The Roman sponge-on-a-stick

The Romans didn’t use toilet paper.  Instead they used a sponge on a stick.  Or at least, that is my understanding.

I’m not sure what our sources are for this, but one came my way this week.  It’s from Seneca’s Letters 70, ch. 20:

20.  Nuper in ludo bestiariorum unus e Germanis, cum ad matutina spectacula pararetur, secessit ad exonerandum corpus – nullum aliud illi dabatur sine custode secretum; ibi lignum id quod ad emundanda obscena adhaerente spongia positum est totum in gulam farsit et interclusis faucibus spiritum elisit. Hoc fuit morti contumeliam facere. Ita prorsus, parum munde et parum decenter: quid est stultius quam fastidiose mori?

20.  For example, there was lately in a training-school for wild-beast gladiators a German, who was making ready for the morning exhibition; he withdrew in order to relieve himself, – the only thing which he was allowed to do in secret and without the presence of a guard. While so engaged, he seized the stick of wood, tipped with a sponge, which was devoted to the vilest uses, and stuffed it, just as it was, down his throat; thus he blocked up his windpipe, and choked the breath from his body. That was truly to insult death![1]

I wonder if they had to share a stick?

  1. [1]Latin from the Latin Library here; English taken from the Loeb translation, found here on Wikimedia Commons.

11 thoughts on “The Roman sponge-on-a-stick

  1. Those poor sea-creatures. If only they knew what the Romans were using them for, they would roll over on their sticks.

  2. Roger,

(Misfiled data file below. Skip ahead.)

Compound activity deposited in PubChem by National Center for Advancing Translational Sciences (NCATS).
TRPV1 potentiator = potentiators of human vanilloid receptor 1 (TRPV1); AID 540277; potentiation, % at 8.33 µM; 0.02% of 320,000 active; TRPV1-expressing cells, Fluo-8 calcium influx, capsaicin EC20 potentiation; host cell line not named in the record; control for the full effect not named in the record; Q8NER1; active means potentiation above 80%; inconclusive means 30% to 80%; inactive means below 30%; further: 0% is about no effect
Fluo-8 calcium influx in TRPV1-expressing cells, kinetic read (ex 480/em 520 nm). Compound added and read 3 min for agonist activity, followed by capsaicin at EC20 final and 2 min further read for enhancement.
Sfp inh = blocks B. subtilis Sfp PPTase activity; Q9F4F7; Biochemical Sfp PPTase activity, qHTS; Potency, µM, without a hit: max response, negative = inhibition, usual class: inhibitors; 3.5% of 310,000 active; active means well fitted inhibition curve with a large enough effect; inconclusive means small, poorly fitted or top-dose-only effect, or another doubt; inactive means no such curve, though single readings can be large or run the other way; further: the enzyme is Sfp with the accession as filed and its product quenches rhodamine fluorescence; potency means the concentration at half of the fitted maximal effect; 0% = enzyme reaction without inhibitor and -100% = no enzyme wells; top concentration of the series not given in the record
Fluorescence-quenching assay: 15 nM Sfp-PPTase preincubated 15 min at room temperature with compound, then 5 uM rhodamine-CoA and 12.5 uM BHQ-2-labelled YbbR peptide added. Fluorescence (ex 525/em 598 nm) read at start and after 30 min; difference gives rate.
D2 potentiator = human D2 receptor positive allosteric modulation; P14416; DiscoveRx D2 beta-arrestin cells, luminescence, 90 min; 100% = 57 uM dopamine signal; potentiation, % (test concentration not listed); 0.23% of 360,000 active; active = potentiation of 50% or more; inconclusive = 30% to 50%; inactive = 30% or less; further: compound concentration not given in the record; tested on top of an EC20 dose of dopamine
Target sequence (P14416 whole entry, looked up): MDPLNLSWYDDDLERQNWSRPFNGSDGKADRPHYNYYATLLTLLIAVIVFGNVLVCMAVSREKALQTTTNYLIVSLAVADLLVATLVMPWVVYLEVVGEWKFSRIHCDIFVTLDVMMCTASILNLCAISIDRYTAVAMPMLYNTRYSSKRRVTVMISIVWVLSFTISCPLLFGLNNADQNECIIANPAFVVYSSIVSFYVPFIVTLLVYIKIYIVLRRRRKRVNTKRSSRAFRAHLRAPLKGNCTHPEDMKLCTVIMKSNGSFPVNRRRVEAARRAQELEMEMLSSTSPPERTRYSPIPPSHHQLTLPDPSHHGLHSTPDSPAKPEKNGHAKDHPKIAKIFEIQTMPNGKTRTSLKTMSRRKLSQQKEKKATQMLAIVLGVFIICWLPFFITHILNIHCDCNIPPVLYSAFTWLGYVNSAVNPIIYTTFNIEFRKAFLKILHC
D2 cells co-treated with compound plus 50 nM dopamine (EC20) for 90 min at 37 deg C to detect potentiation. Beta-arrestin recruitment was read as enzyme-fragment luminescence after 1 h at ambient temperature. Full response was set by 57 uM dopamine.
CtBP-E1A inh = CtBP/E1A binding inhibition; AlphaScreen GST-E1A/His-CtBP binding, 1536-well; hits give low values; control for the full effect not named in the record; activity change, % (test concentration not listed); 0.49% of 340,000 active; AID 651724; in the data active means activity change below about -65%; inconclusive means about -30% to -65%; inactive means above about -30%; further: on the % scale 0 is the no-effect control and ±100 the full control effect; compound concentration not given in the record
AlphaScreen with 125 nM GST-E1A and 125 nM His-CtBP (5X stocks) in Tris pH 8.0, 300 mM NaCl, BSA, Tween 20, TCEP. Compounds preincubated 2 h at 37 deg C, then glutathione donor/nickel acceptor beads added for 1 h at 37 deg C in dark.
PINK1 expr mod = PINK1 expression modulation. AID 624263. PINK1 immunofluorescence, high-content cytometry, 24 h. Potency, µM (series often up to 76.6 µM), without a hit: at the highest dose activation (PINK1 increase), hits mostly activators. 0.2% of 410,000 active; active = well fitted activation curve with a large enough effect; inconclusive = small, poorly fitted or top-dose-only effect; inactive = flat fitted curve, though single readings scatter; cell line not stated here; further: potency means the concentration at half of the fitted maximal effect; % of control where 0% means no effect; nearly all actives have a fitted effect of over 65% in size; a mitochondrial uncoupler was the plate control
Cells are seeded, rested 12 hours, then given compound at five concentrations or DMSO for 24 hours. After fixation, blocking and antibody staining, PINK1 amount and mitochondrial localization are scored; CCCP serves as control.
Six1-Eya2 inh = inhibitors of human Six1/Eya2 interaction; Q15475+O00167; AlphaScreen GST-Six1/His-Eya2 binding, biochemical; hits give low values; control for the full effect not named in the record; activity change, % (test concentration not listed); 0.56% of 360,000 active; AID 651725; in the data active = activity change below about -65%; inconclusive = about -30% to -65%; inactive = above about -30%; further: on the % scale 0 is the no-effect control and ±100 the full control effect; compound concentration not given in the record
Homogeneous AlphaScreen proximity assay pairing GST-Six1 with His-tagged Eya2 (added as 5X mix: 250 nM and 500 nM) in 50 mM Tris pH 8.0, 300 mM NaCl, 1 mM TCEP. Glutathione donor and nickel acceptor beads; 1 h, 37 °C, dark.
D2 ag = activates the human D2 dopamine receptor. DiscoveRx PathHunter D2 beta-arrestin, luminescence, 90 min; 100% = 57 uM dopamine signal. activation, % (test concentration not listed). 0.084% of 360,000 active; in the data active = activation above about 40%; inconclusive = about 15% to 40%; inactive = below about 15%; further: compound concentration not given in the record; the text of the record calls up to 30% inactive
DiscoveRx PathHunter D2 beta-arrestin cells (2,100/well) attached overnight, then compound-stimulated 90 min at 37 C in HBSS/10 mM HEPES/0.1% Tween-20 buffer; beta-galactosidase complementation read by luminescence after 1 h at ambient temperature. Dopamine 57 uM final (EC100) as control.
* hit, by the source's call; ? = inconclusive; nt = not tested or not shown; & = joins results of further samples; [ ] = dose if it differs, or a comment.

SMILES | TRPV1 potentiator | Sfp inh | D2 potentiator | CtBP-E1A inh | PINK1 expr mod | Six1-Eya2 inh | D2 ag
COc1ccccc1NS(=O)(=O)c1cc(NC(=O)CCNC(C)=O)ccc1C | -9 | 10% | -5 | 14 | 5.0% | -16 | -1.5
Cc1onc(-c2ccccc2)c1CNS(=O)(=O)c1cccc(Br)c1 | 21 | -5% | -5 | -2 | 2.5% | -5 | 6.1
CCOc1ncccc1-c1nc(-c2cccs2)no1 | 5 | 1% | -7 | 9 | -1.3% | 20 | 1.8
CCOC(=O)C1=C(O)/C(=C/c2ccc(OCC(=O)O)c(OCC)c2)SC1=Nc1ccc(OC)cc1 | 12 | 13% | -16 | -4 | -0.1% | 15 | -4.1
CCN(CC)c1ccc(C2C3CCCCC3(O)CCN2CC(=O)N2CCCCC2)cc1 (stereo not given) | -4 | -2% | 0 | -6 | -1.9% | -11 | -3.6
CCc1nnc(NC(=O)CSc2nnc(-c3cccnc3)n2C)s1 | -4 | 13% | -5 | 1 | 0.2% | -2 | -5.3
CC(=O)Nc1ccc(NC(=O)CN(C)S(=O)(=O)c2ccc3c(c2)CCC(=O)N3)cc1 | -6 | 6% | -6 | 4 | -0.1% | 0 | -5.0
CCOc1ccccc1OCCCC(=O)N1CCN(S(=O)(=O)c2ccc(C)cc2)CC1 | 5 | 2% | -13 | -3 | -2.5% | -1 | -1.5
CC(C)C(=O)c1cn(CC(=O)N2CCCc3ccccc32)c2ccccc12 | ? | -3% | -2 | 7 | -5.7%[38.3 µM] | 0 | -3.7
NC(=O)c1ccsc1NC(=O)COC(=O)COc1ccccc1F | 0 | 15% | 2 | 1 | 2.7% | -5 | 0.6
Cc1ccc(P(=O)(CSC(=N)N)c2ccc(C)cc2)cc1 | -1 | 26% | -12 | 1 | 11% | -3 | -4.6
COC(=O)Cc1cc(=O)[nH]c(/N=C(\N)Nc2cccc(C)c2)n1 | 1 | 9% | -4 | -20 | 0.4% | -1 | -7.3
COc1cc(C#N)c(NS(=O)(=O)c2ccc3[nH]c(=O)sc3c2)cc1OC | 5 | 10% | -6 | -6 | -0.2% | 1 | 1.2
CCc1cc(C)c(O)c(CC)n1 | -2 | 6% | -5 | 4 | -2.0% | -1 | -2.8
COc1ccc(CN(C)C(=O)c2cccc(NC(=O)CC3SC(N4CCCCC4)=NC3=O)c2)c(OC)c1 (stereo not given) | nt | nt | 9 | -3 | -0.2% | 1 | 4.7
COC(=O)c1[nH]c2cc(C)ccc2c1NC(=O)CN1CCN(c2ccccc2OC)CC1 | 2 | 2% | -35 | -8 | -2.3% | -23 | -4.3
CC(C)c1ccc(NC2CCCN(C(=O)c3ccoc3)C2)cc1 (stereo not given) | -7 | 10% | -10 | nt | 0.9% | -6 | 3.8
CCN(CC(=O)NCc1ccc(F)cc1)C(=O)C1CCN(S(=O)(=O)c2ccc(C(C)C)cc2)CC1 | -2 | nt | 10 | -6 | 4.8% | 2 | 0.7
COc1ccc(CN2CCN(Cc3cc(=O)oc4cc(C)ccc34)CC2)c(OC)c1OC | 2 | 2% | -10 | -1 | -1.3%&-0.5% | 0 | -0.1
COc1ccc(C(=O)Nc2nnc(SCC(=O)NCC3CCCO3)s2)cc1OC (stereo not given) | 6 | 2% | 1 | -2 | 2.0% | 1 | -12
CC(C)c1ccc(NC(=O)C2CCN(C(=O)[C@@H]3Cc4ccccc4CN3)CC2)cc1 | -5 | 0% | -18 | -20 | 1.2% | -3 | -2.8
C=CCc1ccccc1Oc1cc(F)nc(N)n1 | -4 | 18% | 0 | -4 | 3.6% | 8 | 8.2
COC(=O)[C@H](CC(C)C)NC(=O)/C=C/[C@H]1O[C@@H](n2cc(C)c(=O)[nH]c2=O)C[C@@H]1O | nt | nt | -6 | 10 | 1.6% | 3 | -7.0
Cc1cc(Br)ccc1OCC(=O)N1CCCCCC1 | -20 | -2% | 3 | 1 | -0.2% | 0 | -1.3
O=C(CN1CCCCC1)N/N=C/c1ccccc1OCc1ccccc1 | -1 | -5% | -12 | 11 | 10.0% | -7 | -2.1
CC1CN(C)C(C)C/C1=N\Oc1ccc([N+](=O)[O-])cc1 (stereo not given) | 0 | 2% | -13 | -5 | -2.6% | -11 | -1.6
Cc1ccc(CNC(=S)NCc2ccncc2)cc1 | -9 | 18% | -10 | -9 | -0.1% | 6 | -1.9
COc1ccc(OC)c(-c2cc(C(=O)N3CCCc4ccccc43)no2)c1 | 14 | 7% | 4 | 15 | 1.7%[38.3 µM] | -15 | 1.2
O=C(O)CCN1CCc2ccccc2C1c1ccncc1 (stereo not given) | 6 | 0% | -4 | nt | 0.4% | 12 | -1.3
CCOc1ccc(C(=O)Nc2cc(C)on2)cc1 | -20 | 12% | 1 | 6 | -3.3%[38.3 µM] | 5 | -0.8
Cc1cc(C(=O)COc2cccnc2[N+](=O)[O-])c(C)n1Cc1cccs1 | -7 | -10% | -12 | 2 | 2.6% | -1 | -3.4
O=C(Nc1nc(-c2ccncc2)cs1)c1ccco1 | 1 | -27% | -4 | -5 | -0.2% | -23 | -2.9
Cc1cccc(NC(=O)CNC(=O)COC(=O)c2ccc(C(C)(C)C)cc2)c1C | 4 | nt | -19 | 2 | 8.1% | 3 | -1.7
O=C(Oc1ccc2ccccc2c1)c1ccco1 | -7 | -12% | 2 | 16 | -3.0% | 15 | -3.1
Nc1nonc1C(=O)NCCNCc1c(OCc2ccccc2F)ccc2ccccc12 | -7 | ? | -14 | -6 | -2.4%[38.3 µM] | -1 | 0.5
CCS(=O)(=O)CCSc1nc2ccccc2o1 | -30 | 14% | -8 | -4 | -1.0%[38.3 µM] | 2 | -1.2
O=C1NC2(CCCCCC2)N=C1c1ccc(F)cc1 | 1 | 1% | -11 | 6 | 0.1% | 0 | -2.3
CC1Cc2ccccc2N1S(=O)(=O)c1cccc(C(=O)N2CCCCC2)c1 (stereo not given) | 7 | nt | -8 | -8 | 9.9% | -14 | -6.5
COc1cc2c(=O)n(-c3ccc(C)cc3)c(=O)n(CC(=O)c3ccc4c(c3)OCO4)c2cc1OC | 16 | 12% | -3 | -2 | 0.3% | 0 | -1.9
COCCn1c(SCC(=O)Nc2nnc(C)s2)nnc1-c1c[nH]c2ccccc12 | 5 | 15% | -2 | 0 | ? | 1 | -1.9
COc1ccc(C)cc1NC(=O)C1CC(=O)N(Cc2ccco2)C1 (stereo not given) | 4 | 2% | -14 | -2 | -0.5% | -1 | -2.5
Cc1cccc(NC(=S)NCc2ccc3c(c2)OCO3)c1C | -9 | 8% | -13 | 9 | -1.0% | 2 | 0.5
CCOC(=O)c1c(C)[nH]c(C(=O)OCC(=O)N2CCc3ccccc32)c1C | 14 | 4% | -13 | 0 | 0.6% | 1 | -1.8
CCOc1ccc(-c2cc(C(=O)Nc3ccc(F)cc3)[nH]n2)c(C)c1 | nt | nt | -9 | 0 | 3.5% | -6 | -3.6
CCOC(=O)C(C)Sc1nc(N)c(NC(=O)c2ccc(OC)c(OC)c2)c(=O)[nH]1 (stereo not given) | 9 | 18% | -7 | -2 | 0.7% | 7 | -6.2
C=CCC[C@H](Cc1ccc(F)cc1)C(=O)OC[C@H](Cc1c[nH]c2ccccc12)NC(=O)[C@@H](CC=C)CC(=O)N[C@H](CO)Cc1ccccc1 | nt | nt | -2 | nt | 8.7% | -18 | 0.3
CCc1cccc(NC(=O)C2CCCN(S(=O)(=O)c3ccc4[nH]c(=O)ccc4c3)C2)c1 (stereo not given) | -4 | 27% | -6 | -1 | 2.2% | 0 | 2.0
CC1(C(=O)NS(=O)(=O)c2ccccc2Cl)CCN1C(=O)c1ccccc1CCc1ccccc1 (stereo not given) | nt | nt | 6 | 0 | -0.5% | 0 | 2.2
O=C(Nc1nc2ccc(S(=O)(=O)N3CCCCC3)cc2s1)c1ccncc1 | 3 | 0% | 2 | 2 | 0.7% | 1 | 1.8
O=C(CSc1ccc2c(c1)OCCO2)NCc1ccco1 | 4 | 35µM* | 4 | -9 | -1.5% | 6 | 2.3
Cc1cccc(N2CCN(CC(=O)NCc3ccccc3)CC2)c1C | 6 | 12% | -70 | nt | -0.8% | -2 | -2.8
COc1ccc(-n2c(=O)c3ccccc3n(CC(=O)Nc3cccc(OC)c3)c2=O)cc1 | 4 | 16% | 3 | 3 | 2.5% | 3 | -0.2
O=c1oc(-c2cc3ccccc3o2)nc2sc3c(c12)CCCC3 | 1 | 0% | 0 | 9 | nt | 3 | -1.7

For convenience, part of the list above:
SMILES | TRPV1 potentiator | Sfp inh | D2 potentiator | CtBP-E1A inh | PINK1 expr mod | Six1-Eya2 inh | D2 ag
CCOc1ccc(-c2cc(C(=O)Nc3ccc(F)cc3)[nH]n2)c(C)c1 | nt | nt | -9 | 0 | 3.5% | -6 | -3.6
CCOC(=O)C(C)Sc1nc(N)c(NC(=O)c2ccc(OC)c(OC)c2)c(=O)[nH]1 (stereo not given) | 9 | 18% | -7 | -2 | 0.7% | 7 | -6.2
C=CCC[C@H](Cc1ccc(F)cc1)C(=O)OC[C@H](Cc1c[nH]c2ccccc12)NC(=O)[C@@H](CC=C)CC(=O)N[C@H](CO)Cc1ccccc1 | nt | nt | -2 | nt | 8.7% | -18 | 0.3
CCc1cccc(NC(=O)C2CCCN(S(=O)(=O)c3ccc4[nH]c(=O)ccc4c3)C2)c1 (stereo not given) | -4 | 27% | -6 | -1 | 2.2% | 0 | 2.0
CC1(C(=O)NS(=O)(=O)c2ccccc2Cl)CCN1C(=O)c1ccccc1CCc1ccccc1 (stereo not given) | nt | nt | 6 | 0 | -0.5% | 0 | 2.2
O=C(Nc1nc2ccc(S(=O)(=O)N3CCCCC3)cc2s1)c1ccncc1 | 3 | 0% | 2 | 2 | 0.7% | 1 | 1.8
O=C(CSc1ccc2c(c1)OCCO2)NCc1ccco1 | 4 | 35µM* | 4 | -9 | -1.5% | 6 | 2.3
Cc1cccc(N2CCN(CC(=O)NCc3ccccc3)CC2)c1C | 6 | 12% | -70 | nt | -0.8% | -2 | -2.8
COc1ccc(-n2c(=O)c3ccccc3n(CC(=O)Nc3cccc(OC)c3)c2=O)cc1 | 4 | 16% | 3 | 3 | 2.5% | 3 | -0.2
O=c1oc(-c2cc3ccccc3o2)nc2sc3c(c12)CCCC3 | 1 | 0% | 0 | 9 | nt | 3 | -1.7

On the subject of suicide, I must part company with Seneca and side with Jesus. A propos, I knew a Chinese Catholic priest who endured enslavement in a communist prison camp for a staggering forty years. During Mao’s Famine, when even camp officials were starving, this priest sustained himself on wild forage, while offering his scanty camp ration to the camp commandant’s wife. The couple survived and eventually became Catholics.

    All the best,


  3. Ah, well that’s a different approach again to sitting under the yoke and hoping things will work out – the constructive use of the time!

  4. This reminds me of a line (poorly expressed) in one of the letters of Claudius Terentianus (P. Mich. VIII, 467-72) which we translated in a Latin class.

    At P. Mich. VIII 471.29:
    “…non magis quarauit me pro xylesphongium”
    “…he treated me as if I were a sponge stick”

  5. Comes from the archive of Claudius Tiberianus, a set of documentary papyri dug up in Egypt (there are a handful of papyri in Latin, nowhere near the volumes and volumes which we have in Greek of course). So not part of the manuscript tradition.

  6. “I wonder if they had to share a stick?”

    AFAIK yes they did. They were kept in a large basin of brine-water although the one I seen at the Villa Oplontis had the fresh water piped-in and the overflow was used for either for the flush section or the water cleaning trough at the person’s feet.

    I think at the famous latrine at Ostia Antica the basin was in the center of the room but likely later looted. The paving and something else I noticed which I don’t recall seemed to put something that was a large rectangle at that location?

    3C Roman Villa;

    Hadrian’s Wall Barrack’s Latrine;

    Villa Oplontis (basin on right);

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